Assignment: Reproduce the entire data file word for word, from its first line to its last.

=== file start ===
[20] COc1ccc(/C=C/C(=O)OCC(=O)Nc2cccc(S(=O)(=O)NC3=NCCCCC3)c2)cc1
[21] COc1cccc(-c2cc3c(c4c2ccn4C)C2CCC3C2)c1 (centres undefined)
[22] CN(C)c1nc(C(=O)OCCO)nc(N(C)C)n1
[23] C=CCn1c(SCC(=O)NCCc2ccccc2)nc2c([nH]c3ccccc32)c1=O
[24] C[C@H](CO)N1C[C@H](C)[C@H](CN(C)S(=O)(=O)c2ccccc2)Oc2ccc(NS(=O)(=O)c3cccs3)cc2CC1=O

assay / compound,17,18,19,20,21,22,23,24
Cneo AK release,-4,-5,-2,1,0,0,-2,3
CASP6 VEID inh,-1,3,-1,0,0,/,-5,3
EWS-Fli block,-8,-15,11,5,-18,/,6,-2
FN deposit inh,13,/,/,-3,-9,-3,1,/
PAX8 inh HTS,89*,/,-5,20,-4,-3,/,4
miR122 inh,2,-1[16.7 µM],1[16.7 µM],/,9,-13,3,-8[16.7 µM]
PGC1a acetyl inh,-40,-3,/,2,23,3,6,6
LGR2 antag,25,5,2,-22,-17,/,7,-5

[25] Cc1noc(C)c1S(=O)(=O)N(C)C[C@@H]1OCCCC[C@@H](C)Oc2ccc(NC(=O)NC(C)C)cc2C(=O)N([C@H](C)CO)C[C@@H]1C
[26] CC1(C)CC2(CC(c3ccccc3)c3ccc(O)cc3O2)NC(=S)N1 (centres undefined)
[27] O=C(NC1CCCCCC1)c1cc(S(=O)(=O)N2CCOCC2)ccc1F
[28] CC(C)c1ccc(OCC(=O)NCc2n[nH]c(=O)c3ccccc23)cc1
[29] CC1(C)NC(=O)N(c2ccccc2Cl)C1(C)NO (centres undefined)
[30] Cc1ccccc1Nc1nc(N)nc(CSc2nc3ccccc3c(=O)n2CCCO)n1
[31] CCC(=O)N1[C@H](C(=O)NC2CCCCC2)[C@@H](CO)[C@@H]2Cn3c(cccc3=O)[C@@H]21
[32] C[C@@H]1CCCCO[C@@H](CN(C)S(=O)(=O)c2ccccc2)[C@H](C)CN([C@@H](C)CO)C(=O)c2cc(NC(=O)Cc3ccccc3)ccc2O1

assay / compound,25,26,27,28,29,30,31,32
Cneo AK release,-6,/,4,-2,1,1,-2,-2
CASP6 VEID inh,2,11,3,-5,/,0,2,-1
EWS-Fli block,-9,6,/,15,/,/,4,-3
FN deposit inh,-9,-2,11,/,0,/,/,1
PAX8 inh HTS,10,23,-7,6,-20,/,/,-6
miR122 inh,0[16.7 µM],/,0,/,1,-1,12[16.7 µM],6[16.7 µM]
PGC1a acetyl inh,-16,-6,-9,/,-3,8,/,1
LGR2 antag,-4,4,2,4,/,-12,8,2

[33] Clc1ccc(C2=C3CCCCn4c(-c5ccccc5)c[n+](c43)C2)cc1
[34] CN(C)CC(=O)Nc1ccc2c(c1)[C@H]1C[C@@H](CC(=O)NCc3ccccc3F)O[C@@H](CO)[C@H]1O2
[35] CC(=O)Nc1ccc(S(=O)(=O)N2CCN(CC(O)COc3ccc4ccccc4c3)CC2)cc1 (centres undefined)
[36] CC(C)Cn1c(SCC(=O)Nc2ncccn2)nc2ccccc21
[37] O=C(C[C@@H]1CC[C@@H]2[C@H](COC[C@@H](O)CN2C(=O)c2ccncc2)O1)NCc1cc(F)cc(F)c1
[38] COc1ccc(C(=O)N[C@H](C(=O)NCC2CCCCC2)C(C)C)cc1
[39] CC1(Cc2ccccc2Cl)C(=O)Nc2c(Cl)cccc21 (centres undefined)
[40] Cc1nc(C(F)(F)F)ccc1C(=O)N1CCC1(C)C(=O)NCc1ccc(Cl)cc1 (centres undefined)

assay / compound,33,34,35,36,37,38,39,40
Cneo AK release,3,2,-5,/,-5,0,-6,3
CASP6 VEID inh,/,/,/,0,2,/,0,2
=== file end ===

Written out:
[20] COc1ccc(/C=C/C(=O)OCC(=O)Nc2cccc(S(=O)(=O)NC3=NCCCCC3)c2)cc1
[21] COc1cccc(-c2cc3c(c4c2ccn4C)C2CCC3C2)c1 (centres undefined)
[22] CN(C)c1nc(C(=O)OCCO)nc(N(C)C)n1
[23] C=CCn1c(SCC(=O)NCCc2ccccc2)nc2c([nH]c3ccccc32)c1=O
[24] C[C@H](CO)N1C[C@H](C)[C@H](CN(C)S(=O)(=O)c2ccccc2)Oc2ccc(NS(=O)(=O)c3cccs3)cc2CC1=O

assay / compound,17,18,19,20,21,22,23,24
Cneo AK release,-4,-5,-2,1,0,0,-2,3
CASP6 VEID inh,-1,3,-1,0,0,/,-5,3
EWS-Fli block,-8,-15,11,5,-18,/,6,-2
FN deposit inh,13,/,/,-3,-9,-3,1,/
PAX8 inh HTS,89*,/,-5,20,-4,-3,/,4
miR122 inh,2,-1[16.7 µM],1[16.7 µM],/,9,-13,3,-8[16.7 µM]
PGC1a acetyl inh,-40,-3,/,2,23,3,6,6
LGR2 antag,25,5,2,-22,-17,/,7,-5

[25] Cc1noc(C)c1S(=O)(=O)N(C)C[C@@H]1OCCCC[C@@H](C)Oc2ccc(NC(=O)NC(C)C)cc2C(=O)N([C@H](C)CO)C[C@@H]1C
[26] CC1(C)CC2(CC(c3ccccc3)c3ccc(O)cc3O2)NC(=S)N1 (centres undefined)
[27] O=C(NC1CCCCCC1)c1cc(S(=O)(=O)N2CCOCC2)ccc1F
[28] CC(C)c1ccc(OCC(=O)NCc2n[nH]c(=O)c3ccccc23)cc1
[29] CC1(C)NC(=O)N(c2ccccc2Cl)C1(C)NO (centres undefined)
[30] Cc1ccccc1Nc1nc(N)nc(CSc2nc3ccccc3c(=O)n2CCCO)n1
[31] CCC(=O)N1[C@H](C(=O)NC2CCCCC2)[C@@H](CO)[C@@H]2Cn3c(cccc3=O)[C@@H]21
[32] C[C@@H]1CCCCO[C@@H](CN(C)S(=O)(=O)c2ccccc2)[C@H](C)CN([C@@H](C)CO)C(=O)c2cc(NC(=O)Cc3ccccc3)ccc2O1

assay / compound,25,26,27,28,29,30,31,32
Cneo AK release,-6,/,4,-2,1,1,-2,-2
CASP6 VEID inh,2,11,3,-5,/,0,2,-1
EWS-Fli block,-9,6,/,15,/,/,4,-3
FN deposit inh,-9,-2,11,/,0,/,/,1
PAX8 inh HTS,10,23,-7,6,-20,/,/,-6
miR122 inh,0[16.7 µM],/,0,/,1,-1,12[16.7 µM],6[16.7 µM]
PGC1a acetyl inh,-16,-6,-9,/,-3,8,/,1
LGR2 antag,-4,4,2,4,/,-12,8,2

[33] Clc1ccc(C2=C3CCCCn4c(-c5ccccc5)c[n+](c43)C2)cc1
[34] CN(C)CC(=O)Nc1ccc2c(c1)[C@H]1C[C@@H](CC(=O)NCc3ccccc3F)O[C@@H](CO)[C@H]1O2
[35] CC(=O)Nc1ccc(S(=O)(=O)N2CCN(CC(O)COc3ccc4ccccc4c3)CC2)cc1 (centres undefined)
[36] CC(C)Cn1c(SCC(=O)Nc2ncccn2)nc2ccccc21
[37] O=C(C[C@@H]1CC[C@@H]2[C@H](COC[C@@H](O)CN2C(=O)c2ccncc2)O1)NCc1cc(F)cc(F)c1
[38] COc1ccc(C(=O)N[C@H](C(=O)NCC2CCCCC2)C(C)C)cc1
[39] CC1(Cc2ccccc2Cl)C(=O)Nc2c(Cl)cccc21 (centres undefined)
[40] Cc1nc(C(F)(F)F)ccc1C(=O)N1CCC1(C)C(=O)NCc1ccc(Cl)cc1 (centres undefined)

assay / compound,33,34,35,36,37,38,39,40
Cneo AK release,3,2,-5,/,-5,0,-6,3
CASP6 VEID inh,/,/,/,0,2,/,0,2